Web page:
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The Hegemony of Normalcy and Reason

On Simi Linton

amweiner's picture

For me, there were two eye-opening moments during the documentary Invitation to Dance. First, when Simi Linton showed disability activism through using her two hands, one with open and one in a fist. The fist was the disabled community and the open hand represented all social constructs. She then says that doctors and organizations like Autism Speaks are focussing on 'fixing' the disabled population while activists are focussing on chaging social constructs. This simple representation provided tons of clarity for me. Secondly, there was a point when one of the dancers talked about how tdancing is not theraputic for them, it is art. When they dance, they want to be judged for the quality of their work not the 'niche' aspect of being in 'disabled dancers'.

Math. Nature. Reality.

Chewy Charis's picture
  • Shock. Confusion. Denial. More shock. That was how I felt as I was reading the introduction on Normalcy. As a math lover, I have never thought that eugenics movement was in any way linked to math. I’ve never known that terms I am so familiar with, such as “normal curve,” “standard deviation,” “quartile,” and “ogive,” can be interpreted from a disability study’s point of view. Right after I read it, my initial response was something like “This person must be deliberately looking at math from a harsh angle; this is not the designer’s intention.” The fact this is my automatic response scares me—it’s like I’ve been programmed to think this way. Even when facts were pointed out to me, I refused to accept it. This makes me wonder: what happens to those who are never aware of this?

Race? and Disability

banana's picture
  • I found it interesting that the two news articles used the experience of "white" American people. Although that these articles are useful in exploring how disability is discussed in society I think that it is important to not the racial concerns in disability. There are many other races/ethnicities with people with disabilities, but I don't think is discussed as much. There seems to be a racial disaparity in disabilities.

Who "deserves" the academy?

nbarker's picture

In looking at the readings for this week, I'm constantly reminded of what makes for a "suitable" member of the academy or not--and just how many prominent people in the history of the academy might be considered mad. Look even at so many of the Greek philosophers upon whose philosophies we rely were considered mad or "slandered" as being mad even in their own lifetimes!

Portraying and Perceiving Disability

mheffern's picture

Although I am obviously in favor of the revamped policies that inspired the 2010 Huffington Post article "More Intellectually Disabled Youths Go to College," I took issue with how little attention the article actually gave to Zach Neff, as well as the particular aspects of his persona that it did focus on. The article opens: "Zach Neff is all high-fives as he walks through his college campus in western Missouri. The 27-year-old with Down syndrome hugs most everybody, repeatedly. He tells teachers he loves them." Even though we are only one paragraph in, the stereotype of individuals with Down syndrome being overly loving (and unfailingly lovable) is already engrained into the mindsets of the readers.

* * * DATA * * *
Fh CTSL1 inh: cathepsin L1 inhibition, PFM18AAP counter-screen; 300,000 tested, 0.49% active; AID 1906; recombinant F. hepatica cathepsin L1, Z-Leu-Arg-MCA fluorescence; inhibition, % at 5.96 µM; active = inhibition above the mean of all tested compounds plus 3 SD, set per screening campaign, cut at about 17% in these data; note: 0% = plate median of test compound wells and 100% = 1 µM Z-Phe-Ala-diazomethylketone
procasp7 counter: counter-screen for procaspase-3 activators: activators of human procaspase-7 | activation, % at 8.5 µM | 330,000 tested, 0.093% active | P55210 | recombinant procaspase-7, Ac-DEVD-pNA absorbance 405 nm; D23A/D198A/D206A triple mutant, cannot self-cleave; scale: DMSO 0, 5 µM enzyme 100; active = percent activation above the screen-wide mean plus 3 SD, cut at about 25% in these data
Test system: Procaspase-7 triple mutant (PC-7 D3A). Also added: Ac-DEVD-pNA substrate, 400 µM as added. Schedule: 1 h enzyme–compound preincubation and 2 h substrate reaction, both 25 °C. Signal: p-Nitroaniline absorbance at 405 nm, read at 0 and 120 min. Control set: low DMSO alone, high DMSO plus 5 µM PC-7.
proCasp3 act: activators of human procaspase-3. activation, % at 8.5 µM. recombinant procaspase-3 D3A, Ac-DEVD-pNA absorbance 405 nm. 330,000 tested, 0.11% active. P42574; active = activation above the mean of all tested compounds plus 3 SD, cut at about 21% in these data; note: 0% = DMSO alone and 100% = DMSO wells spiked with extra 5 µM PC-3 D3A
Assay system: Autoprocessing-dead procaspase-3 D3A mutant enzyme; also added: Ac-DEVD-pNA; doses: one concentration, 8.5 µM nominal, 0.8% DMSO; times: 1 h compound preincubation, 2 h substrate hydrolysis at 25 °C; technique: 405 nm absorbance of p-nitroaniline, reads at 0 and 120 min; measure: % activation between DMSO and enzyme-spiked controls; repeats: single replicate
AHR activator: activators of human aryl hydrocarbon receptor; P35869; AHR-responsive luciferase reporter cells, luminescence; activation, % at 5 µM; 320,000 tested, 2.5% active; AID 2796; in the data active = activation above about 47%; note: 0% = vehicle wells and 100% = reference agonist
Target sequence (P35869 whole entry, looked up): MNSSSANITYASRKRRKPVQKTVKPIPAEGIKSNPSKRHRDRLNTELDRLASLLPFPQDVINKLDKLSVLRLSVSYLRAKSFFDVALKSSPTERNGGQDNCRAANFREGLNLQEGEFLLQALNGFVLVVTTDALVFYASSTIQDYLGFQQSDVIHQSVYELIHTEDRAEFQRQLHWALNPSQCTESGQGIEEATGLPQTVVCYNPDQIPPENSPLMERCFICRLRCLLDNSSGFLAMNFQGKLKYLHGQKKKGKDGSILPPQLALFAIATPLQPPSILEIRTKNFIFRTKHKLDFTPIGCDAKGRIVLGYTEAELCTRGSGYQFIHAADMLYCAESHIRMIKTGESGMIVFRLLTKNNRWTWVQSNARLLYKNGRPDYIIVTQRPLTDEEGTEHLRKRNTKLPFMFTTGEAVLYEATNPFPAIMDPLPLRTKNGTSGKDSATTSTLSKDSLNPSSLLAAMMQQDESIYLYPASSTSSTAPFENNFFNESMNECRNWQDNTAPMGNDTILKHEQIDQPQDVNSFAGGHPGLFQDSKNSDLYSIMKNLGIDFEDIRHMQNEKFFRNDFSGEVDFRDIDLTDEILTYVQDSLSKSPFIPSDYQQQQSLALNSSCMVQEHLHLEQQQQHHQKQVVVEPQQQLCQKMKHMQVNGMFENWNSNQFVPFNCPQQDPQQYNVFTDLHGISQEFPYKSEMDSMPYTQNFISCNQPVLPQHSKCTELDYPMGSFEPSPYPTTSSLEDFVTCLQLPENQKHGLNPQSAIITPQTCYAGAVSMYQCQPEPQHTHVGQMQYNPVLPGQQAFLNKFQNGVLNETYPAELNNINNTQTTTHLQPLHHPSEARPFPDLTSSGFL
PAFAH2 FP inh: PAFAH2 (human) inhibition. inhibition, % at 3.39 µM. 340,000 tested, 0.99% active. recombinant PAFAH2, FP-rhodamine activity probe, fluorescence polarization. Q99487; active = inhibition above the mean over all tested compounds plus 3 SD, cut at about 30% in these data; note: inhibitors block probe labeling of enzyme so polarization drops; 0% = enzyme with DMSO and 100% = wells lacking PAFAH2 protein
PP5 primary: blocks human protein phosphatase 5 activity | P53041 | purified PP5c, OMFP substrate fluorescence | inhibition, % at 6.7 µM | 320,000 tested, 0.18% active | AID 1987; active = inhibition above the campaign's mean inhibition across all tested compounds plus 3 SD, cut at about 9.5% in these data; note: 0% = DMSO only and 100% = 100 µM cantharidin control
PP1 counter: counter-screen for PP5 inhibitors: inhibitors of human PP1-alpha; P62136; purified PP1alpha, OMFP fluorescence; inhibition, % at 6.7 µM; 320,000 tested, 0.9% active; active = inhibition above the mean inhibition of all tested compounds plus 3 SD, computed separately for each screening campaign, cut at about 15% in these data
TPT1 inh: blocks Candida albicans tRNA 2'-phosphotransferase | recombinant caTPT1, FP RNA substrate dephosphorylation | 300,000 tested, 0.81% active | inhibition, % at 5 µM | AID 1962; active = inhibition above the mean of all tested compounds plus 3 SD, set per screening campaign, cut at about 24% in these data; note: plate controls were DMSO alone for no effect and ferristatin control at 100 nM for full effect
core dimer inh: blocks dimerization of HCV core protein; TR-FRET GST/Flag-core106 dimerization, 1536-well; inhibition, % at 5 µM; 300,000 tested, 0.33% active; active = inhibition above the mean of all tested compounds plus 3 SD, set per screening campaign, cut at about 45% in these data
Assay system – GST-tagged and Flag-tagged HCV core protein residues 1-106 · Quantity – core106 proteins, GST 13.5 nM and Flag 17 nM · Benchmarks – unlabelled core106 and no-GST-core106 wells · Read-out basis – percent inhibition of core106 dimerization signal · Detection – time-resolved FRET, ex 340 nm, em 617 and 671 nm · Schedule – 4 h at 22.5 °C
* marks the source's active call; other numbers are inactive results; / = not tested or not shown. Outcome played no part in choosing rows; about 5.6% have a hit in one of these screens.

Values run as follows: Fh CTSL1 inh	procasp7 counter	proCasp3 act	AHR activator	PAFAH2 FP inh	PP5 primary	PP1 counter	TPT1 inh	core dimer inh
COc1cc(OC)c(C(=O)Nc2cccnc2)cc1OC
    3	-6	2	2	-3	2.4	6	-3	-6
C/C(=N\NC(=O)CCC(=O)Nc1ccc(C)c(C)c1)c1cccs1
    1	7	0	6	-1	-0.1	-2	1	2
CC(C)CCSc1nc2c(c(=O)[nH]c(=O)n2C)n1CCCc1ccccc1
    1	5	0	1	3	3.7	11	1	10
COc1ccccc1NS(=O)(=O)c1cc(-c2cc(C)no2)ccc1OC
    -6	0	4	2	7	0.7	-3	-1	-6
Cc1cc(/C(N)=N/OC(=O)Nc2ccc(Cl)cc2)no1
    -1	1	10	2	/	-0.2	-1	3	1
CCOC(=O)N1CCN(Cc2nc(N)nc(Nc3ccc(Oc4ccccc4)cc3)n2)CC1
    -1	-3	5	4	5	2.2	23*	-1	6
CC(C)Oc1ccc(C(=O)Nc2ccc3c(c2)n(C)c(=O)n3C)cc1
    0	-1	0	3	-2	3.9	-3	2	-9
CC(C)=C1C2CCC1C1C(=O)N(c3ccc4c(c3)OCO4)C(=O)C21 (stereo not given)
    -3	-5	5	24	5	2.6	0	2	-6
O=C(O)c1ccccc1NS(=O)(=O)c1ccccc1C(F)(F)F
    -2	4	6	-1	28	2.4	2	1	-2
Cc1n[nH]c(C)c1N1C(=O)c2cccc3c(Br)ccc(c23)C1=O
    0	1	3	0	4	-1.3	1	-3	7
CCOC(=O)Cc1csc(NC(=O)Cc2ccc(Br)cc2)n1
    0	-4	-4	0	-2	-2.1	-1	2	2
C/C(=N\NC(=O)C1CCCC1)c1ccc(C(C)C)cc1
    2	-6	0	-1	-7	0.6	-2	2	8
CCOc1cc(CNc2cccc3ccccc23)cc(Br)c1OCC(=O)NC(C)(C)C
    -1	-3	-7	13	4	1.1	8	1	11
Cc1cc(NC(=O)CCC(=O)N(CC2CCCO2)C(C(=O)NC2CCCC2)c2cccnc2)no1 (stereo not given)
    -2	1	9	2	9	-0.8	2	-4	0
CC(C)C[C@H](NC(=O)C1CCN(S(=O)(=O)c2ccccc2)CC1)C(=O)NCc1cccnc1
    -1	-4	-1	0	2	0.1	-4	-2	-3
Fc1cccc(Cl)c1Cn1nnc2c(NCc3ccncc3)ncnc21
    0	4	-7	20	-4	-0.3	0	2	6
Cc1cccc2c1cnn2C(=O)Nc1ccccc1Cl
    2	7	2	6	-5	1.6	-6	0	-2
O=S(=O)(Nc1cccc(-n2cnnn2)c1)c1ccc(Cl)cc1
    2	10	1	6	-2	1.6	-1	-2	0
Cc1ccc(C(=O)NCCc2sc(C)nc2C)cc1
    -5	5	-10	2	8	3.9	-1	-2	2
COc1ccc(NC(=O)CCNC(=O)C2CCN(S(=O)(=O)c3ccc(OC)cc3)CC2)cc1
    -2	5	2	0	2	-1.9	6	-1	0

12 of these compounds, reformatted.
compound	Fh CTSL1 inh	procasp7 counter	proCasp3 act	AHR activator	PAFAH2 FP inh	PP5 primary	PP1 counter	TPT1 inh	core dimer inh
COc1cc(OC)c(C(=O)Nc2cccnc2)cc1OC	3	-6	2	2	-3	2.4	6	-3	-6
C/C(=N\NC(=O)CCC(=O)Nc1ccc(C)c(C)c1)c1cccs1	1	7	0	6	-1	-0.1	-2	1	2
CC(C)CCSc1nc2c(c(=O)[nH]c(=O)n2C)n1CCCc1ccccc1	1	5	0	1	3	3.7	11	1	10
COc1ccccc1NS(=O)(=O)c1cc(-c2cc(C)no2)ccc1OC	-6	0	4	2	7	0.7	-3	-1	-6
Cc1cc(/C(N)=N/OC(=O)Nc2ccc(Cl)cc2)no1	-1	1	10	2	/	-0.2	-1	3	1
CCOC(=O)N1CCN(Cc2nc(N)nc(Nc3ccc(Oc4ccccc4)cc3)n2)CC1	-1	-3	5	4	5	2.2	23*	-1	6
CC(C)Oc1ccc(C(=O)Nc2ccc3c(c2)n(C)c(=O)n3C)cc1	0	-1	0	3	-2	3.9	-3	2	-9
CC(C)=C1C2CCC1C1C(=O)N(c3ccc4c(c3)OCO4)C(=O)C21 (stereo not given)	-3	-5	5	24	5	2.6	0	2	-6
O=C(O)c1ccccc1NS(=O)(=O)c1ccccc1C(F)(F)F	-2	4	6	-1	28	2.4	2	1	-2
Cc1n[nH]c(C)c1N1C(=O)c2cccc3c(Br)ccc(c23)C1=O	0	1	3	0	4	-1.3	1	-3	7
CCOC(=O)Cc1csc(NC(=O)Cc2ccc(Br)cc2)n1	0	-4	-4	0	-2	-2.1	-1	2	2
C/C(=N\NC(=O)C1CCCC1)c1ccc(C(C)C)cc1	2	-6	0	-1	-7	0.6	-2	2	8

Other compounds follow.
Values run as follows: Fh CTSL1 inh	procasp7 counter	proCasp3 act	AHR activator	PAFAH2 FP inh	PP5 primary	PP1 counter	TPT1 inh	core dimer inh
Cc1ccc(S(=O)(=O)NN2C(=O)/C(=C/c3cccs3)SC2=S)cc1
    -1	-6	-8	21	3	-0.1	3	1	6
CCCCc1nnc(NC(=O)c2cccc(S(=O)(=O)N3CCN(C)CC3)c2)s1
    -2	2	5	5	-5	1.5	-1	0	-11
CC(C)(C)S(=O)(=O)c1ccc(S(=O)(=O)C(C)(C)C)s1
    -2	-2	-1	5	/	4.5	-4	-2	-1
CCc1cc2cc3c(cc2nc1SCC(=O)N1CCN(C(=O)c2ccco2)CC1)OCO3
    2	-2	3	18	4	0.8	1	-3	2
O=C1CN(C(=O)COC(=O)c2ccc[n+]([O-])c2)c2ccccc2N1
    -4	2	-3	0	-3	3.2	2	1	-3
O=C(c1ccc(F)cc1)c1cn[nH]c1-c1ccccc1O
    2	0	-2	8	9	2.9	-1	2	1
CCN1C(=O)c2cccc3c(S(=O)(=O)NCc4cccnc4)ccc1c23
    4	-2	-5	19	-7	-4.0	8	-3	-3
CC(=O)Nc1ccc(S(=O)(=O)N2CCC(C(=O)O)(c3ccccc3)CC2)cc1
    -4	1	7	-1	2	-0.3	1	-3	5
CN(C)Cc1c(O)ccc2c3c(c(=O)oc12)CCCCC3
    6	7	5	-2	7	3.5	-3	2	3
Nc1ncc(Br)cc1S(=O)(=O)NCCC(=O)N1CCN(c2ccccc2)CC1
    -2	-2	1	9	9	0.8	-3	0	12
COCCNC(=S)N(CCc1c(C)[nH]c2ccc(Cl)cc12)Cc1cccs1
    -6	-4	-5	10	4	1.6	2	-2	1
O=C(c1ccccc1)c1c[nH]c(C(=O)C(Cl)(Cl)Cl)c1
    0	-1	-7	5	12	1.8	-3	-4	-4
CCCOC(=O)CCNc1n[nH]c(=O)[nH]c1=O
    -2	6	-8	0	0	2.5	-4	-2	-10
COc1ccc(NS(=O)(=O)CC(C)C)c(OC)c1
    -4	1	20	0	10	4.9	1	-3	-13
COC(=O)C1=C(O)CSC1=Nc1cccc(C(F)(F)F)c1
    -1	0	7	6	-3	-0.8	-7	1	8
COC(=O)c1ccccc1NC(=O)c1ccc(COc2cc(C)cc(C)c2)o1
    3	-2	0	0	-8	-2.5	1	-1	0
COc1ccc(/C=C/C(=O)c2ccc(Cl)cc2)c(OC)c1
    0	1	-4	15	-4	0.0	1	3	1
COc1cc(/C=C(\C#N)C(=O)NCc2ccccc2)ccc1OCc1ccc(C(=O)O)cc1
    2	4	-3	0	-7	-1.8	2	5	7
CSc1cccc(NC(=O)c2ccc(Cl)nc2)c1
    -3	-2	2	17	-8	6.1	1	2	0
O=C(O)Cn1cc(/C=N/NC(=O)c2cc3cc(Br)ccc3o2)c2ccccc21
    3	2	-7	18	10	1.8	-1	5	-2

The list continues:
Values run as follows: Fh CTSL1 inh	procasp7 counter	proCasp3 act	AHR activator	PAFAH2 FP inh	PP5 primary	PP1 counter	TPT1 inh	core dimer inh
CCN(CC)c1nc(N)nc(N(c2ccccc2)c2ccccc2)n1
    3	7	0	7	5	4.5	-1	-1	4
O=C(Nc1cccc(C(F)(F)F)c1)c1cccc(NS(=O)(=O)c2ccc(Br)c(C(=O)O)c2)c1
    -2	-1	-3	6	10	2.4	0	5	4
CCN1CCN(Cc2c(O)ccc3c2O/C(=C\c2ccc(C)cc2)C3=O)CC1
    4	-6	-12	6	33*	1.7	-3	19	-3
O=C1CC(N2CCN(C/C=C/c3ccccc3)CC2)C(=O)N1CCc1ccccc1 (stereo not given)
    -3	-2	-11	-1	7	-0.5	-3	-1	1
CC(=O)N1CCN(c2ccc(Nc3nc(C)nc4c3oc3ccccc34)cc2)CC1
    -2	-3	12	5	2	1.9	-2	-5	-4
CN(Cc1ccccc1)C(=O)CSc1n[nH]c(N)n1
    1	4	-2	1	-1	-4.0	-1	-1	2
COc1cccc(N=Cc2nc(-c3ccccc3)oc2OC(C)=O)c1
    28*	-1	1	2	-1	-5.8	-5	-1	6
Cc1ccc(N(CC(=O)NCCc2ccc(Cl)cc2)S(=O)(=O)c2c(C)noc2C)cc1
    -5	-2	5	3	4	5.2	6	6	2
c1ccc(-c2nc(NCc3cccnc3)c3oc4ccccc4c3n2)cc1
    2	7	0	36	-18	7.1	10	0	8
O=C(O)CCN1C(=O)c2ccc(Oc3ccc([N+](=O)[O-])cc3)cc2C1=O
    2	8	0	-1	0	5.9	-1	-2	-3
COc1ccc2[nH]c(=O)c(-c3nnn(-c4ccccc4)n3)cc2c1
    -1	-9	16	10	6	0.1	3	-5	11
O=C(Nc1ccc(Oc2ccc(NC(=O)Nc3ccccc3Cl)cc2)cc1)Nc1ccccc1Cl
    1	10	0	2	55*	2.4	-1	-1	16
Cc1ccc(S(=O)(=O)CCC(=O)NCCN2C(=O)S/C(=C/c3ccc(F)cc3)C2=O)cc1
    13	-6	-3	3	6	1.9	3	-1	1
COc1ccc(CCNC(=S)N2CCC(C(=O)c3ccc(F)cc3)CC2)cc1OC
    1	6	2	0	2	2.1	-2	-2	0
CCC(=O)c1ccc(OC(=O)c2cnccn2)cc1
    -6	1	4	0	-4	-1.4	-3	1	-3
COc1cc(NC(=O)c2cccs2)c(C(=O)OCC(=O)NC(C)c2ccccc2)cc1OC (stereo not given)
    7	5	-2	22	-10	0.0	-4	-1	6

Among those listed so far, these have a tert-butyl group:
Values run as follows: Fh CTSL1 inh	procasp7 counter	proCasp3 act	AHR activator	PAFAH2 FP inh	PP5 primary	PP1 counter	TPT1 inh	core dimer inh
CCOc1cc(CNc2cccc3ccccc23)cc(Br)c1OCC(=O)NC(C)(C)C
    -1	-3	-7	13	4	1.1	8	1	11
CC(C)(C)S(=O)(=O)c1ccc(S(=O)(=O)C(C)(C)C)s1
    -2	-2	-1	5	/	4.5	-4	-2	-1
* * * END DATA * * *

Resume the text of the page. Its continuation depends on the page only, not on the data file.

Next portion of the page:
Normal and the enforcing of dehumanization

amweiner's picture

The Disability Reader gave unprecedented context for understanding the word 'normal'. Historically, as the ideas of the average and the ideal converge, the creation of a hierarchical structure of normal is born. Normal and desired become relaitvely synonymous. We strive to be smart, looks beautiful, and conform to the gender identity society places upon us. Ironically, we have merged the ideal with the normal. Somehow, as time progressed, we expected ourselves to achieve the ideal becuase we perceived that to be possible. So who, yoiu may ask, lies at the bottom of this hierarchy? The 'deviants', 'undesireable', 'poor', and 'disabled'-- the Other. We have 'othered' all who deviate from the already unrealistic expectations of society. In doing so, we have dehumanized those poeple.

Week Five: The Hegemony of Normalcy and Reason

Kristin's picture


This week I want you to think about how the institution of the selective liberal arts college measures and norms us to assess our fitness. Who has access to the institution, and who doesn't? Who is deemed most "fit" for this context? Who "fits in" and who doesn't? 

1) Lennard J. Davis, "Introduction: Normality, Power, and Culture" in: The Disability Studies Reader (DSR, available as ebook and also in bookstore) (12 dense pages)